# how to create new symbol like shown in figure

I am new to LaTeX. I want to create a new symbol shown as in the figure. Please somebody help me to create this symbol. I am writing my thesis.

• Welcome to TeX.SE! Please what should that symbol mean? How should it be used? Like a sum? More informations would be helpful! – Mensch Sep 29 '14 at 11:33
• Might this be for a Zener diode on a circuit diagram? If so, which package are you using to create your circuit diagrams? – Paul Gessler Sep 29 '14 at 11:48
• Try circuitikz here or circuit_macros here. But Zener diode does not look like that, the "diode triangle" is missing in your drawing see here. – Václav Pavlík Sep 29 '14 at 12:02

A version lighter than using TikZ:

\documentclass{article}
\usepackage{pict2e}

\DeclareRobustCommand{\kumarsymbol}{%
\begingroup\setlength{\unitlength}{\fontcharht\fontA}%
\begin{picture}(.5,1)
\roundcap
\put(0,1){\line(2,-1){.25}}
\put(.25,.875){\line(0,-1){.75}}
\put(.25,.125){\line(2,-1){.25}}
\end{picture}%
\endgroup
}

\begin{document}
A\kumarsymbol B

\LARGE A\kumarsymbol B
\end{document}


One can modify the line thickness and the angles in quite an easy way, see the documentation of pict2e.

If you are using pdfTeX, you can draw the symbol using PDF elementary commands and set it as the PDF form (this is like subroutine in PDF, the drawing commands are not repeated at the every instance of the symbol in PDF file).

\def\drawmysymbol{\pdfliteral{q 1 J 0 8 m 3 5 l 3 1 l 6 -2 l S Q}}
\setbox0=\hbox to8bp{\kern1bp\vrule height9bp depth3bp width0bp \drawmysymbol\hss}
\pdfxform0 \mathchardef\mysymbolA=\pdflastxform
\def\mysymbol{\pdfrefxform\mysymbolA}

And the test: here is \mysymbol.


The main point of this method is that you can draw arbitrary symbol (if you know the PDF elementary commands) and you can set it as a character (i.e. the drawing commands are not repeated in the output PDF). Moreover, the argument of \pdfliteral can be copied from the output of Inkscape (EPS format), thus you can create your character by interactive editor.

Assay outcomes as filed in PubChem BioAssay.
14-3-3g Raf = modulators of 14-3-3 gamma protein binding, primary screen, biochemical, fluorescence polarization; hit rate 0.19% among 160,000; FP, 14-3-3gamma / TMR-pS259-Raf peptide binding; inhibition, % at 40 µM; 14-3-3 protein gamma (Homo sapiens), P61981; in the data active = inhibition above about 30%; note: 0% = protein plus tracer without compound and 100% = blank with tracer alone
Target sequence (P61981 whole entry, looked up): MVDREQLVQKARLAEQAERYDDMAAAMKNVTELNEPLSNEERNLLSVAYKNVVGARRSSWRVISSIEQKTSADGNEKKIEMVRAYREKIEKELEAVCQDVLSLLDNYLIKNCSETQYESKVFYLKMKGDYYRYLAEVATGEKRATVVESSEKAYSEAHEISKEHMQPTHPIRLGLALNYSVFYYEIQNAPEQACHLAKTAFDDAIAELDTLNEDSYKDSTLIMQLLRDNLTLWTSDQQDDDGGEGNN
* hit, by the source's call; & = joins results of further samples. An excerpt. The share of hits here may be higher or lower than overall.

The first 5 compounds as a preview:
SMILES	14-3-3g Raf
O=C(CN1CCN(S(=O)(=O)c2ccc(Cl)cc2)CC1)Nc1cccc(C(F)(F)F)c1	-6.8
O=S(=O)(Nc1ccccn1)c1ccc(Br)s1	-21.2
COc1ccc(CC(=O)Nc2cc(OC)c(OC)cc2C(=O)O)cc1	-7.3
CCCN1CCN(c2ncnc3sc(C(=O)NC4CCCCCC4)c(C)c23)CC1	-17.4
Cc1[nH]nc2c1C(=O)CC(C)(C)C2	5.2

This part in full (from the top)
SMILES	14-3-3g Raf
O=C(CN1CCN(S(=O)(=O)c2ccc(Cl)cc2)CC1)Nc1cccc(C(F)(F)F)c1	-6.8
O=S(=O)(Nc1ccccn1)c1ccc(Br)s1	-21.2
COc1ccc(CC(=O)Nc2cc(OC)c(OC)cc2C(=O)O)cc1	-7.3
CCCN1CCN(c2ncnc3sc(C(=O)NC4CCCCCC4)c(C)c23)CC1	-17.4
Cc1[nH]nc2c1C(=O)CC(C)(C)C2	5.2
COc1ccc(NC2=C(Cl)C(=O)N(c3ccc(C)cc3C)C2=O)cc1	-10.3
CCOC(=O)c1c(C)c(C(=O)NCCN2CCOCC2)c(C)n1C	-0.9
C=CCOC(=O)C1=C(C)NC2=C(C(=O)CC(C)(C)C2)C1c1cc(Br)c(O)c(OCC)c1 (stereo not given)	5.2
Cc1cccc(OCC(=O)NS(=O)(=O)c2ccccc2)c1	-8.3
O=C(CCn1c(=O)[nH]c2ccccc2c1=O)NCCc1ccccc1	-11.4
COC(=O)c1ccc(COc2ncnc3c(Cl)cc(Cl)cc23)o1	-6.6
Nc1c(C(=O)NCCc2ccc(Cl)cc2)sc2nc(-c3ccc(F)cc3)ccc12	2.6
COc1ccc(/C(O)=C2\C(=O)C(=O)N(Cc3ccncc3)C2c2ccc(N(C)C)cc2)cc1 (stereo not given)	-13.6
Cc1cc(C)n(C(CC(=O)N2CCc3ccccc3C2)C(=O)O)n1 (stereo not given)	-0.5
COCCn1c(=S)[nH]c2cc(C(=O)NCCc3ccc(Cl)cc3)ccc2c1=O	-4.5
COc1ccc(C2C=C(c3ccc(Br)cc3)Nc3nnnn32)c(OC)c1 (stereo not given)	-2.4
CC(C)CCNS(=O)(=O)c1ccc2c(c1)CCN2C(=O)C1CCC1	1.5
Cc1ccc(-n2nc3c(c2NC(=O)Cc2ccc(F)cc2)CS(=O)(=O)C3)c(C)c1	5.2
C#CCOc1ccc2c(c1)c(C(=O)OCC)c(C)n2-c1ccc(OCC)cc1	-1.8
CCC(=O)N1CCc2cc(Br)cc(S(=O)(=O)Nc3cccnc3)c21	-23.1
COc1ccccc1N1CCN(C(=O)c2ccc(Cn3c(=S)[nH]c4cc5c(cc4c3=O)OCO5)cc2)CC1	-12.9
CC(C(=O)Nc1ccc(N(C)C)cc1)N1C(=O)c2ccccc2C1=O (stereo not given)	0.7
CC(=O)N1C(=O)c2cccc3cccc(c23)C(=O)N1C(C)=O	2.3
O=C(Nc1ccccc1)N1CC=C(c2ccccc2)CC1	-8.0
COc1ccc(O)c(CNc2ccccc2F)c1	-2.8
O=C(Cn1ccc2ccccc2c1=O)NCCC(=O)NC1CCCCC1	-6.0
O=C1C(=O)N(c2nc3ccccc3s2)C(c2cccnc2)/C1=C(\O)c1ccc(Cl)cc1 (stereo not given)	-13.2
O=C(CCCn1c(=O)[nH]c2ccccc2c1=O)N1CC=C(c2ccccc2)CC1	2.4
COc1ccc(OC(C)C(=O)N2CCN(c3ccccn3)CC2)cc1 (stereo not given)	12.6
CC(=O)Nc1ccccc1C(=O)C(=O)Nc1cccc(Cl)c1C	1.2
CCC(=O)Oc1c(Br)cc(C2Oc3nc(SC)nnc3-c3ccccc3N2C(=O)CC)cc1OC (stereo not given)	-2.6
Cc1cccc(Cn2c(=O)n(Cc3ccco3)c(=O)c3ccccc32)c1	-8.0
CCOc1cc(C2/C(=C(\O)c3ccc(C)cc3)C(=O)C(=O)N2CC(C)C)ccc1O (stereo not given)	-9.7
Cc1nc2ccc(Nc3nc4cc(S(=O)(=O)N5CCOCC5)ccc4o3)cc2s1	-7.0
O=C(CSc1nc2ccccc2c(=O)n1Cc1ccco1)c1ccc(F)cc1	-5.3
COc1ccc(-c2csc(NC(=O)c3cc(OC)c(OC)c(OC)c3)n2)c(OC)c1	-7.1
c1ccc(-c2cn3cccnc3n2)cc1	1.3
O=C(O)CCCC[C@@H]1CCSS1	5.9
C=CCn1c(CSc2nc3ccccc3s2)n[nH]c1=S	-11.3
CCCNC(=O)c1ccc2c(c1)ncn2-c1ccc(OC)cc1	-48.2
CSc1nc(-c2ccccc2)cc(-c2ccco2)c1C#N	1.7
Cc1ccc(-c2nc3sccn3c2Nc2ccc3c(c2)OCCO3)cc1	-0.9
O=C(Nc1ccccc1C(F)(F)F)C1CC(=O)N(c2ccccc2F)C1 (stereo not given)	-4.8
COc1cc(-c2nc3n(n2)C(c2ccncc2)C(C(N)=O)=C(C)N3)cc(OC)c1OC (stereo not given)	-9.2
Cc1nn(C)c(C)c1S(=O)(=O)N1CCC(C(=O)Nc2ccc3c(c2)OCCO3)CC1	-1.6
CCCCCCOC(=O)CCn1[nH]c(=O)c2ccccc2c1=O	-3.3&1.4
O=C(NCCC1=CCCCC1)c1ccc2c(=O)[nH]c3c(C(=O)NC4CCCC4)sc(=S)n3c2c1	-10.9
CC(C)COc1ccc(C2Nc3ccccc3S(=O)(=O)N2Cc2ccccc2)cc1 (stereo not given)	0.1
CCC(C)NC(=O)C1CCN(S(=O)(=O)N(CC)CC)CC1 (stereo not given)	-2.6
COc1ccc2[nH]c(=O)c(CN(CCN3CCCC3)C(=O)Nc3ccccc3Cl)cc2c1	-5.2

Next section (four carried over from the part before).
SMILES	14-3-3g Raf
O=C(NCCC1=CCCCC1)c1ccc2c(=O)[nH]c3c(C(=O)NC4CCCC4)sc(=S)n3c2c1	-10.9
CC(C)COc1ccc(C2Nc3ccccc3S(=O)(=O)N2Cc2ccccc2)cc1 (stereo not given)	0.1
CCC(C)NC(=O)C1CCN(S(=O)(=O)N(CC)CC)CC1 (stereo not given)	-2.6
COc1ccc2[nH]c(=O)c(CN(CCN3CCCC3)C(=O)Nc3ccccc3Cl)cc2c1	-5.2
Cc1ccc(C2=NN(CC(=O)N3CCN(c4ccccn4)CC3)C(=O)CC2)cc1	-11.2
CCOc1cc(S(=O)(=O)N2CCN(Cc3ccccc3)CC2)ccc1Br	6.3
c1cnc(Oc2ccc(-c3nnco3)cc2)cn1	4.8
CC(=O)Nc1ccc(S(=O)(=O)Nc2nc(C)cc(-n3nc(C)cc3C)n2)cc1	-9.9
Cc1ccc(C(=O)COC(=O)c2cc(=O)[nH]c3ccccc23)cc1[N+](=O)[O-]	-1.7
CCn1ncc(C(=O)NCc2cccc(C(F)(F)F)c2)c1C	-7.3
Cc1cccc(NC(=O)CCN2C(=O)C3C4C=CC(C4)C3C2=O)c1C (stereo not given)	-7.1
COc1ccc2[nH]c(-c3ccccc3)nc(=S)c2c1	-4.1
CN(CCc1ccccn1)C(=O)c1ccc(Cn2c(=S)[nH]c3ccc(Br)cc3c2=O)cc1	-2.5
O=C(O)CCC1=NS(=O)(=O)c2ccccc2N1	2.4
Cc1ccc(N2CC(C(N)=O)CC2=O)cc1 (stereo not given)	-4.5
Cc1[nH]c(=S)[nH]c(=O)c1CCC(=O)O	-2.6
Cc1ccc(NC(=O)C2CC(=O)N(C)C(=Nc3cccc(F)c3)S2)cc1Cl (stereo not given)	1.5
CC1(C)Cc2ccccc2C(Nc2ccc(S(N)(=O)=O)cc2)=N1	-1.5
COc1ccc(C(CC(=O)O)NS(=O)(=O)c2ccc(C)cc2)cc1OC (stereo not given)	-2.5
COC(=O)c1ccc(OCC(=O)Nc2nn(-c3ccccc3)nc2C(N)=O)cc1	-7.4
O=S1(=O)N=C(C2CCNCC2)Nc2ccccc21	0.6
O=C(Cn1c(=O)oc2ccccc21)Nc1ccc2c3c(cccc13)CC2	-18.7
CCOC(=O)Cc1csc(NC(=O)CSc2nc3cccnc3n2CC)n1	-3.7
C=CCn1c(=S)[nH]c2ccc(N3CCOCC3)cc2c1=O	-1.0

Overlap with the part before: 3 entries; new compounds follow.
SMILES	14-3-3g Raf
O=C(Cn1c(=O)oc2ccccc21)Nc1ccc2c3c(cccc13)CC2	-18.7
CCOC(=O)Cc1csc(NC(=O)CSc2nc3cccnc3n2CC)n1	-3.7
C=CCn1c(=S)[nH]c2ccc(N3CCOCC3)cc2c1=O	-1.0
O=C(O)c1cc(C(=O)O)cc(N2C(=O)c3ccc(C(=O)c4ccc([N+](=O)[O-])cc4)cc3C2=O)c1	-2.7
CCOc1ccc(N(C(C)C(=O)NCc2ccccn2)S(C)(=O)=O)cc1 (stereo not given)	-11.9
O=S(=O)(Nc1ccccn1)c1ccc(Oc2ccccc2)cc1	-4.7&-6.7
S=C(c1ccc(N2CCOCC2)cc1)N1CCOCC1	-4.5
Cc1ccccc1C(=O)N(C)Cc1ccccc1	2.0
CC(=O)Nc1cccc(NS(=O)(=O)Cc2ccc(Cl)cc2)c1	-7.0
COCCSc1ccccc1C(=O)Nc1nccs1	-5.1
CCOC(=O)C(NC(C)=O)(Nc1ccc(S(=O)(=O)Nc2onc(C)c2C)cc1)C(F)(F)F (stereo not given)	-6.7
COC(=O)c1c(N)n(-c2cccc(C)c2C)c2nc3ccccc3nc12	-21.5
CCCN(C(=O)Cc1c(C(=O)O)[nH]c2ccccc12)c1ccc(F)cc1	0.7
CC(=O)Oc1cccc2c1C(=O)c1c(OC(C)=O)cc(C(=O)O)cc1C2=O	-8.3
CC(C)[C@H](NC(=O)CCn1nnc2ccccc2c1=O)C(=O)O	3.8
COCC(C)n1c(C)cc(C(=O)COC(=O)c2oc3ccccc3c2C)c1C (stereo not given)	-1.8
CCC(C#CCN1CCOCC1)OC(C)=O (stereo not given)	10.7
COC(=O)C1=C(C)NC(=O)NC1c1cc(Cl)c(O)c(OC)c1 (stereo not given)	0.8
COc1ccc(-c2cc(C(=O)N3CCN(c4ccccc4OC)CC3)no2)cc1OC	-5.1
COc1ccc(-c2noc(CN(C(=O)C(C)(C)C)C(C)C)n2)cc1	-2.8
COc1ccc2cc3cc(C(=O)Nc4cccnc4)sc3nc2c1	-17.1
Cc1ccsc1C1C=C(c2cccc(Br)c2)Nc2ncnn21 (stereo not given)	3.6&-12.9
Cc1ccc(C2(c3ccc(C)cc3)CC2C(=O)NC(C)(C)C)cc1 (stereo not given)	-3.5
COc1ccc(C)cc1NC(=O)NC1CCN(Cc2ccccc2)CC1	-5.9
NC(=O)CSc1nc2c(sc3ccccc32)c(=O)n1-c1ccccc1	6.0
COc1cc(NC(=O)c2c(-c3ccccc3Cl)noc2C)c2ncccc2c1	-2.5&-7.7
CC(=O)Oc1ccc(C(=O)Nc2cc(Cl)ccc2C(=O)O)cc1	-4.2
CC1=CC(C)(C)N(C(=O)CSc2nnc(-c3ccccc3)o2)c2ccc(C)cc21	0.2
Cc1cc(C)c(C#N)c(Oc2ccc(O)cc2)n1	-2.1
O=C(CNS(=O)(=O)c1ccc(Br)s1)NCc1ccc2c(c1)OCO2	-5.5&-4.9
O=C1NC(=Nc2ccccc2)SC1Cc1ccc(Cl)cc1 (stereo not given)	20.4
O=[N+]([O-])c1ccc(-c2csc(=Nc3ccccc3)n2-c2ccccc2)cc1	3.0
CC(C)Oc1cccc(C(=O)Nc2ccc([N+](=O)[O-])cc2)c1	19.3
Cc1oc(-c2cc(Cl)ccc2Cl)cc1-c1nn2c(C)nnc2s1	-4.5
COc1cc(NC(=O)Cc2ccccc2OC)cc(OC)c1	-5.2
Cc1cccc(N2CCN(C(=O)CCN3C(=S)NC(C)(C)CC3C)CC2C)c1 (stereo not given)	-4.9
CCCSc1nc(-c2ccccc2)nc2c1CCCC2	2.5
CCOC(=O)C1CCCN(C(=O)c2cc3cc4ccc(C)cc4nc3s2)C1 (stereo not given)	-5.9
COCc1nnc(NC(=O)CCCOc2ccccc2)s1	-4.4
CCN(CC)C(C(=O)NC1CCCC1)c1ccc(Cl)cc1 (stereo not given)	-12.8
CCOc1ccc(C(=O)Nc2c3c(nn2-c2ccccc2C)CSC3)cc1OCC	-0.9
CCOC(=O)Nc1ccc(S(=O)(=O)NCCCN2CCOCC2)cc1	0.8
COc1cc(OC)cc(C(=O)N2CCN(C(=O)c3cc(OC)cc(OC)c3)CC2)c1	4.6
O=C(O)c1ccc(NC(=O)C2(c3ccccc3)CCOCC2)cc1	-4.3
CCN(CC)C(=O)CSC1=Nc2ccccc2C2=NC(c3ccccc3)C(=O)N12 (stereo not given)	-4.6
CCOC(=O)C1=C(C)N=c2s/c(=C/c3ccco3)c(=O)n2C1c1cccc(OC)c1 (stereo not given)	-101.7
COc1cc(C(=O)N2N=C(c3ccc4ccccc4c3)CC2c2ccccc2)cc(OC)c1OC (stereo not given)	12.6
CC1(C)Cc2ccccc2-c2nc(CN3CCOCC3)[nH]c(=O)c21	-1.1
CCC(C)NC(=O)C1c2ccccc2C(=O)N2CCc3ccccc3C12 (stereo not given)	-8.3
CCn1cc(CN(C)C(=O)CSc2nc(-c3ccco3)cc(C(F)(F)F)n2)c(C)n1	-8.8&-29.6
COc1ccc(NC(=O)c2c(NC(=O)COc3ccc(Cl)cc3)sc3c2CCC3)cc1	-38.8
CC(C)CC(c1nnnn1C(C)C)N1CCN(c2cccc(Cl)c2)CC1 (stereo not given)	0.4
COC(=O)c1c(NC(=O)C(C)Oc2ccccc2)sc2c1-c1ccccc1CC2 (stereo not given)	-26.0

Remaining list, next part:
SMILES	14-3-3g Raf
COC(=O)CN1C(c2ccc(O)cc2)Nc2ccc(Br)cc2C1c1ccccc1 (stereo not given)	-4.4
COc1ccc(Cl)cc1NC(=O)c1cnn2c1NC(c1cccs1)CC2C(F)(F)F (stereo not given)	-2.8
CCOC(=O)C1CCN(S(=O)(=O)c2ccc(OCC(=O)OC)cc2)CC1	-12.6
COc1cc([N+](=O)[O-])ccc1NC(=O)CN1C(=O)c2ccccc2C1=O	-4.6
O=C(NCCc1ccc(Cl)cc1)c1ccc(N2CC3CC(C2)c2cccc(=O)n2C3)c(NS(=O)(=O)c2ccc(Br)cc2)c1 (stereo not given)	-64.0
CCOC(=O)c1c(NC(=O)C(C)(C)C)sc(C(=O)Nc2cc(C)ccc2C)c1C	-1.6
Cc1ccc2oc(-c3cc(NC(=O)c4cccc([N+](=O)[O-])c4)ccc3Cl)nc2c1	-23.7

• Why not do this and prefer picture or tikzpicture? For ensuring portability, for instance. – egreg Sep 29 '14 at 12:49
• @egreg tikzpicture needs to load 26 thousands lines of code. I needn't them if I need to draw only refracted line (this takes only 18 characters of PDF code, see above). And portability: almost all output is in PDF today so PDF code is sufficiently portable. An if you need to output to the PostScript, then there is simple PostScript re-definition of PS operators so PostScript can read this PDF code. Inkscape uses this method, for example. – wipet Sep 29 '14 at 13:01
• Of course, XeTeX doesn't understand \pdfliteral. But I'm using the \def\pdfliteral#1{\special{pdf:literal #1}} and XeTeX does understand \pdfliteral after this definition. This is only little modification. – wipet Sep 29 '14 at 14:16
• "loading a package no matter how big it is, is definitely not an issue...". But there are 10times more lines in log file (there are 59 inputted files, each file is one line, when tikz is loaded). Users will not read such log file, they tend to ignore warnings (about underfull etc.). And if some tracing is needed, there is huge amount of information, human can read it only with difficulties. IMHO it is better to do things simple when they can be done simple. – wipet Sep 29 '14 at 14:37
• @percusse I wish they know how to make it simpler. This is a reason why I spend time here at tex.sx.com. – wipet Sep 29 '14 at 21:08

Please give us more information about the meaning and its usage. I searched the unicode for you and the most similar would be the U+23B1. This symbol is quite curly, but with the font Code222 it could be acceptable. You will have to compile my MWE with Xe- or LuaLaTeX.

I made the symbol applicable for math- and text-mode. Further improvements can be done when having more information.

The symbol is called \rmoustache in unicode-math. You can use this with the font XITS. I commented these lines out, as it is even more curly than the Code2000 version.

% arara: lualatex

\documentclass{article}
\usepackage{fontspec}
\usepackage{mathtools}
%\usepackage{unicode-math}
\newcommand*\strangeSymbol{{\fontspec{code2000.ttf}\ensuremath{\text{\symbol{"23B1}}}}}

\begin{document}
\strangeSymbol $\strangeSymbol$
%\setmathfont{XITS Math} % even more curly version
%$\rmoustache$
\end{document}


If you are using the XITS or Asana Math font, you may produce a symbol in their very style by combining two angle symbols. Very hackish, very hard-coded, very ugly...

% arara: lualatex

\documentclass{article}
\usepackage{mathtools}
\usepackage{unicode-math}
\usepackage{graphicx}

\begin{document}
\setmathfont{XITS Math}
$$\begin{array}{c} \mkern-8.6625mu\reflectbox{\rotatebox{-90}{\wideangledown}}\\[-2.2pt] \mkern+8.6625mu\rotatebox{90}{\wideangleup} \end{array}$$
\setmathfont{Asana Math}
$$\begin{array}{c} \mkern-3.1425mu\reflectbox{\rotatebox{-90}{\wideangledown}}\\[-2.5pt] \mkern+3.1425mu\rotatebox{90}{\wideangleup} \end{array}$$
\end{document}


A pretty simple solution can be achieved with the tikz package.

\documentclass{article}
\usepackage{tikz}
\newcommand\mysymbol{%
\tikz[scale=.3]{\draw[very thick] (0,0) to ++(330:.5) to ++(0,-1) to ++(330:.5);}%
}

\begin{document}
Two single \mysymbol and \mysymbol .
\end{document}
`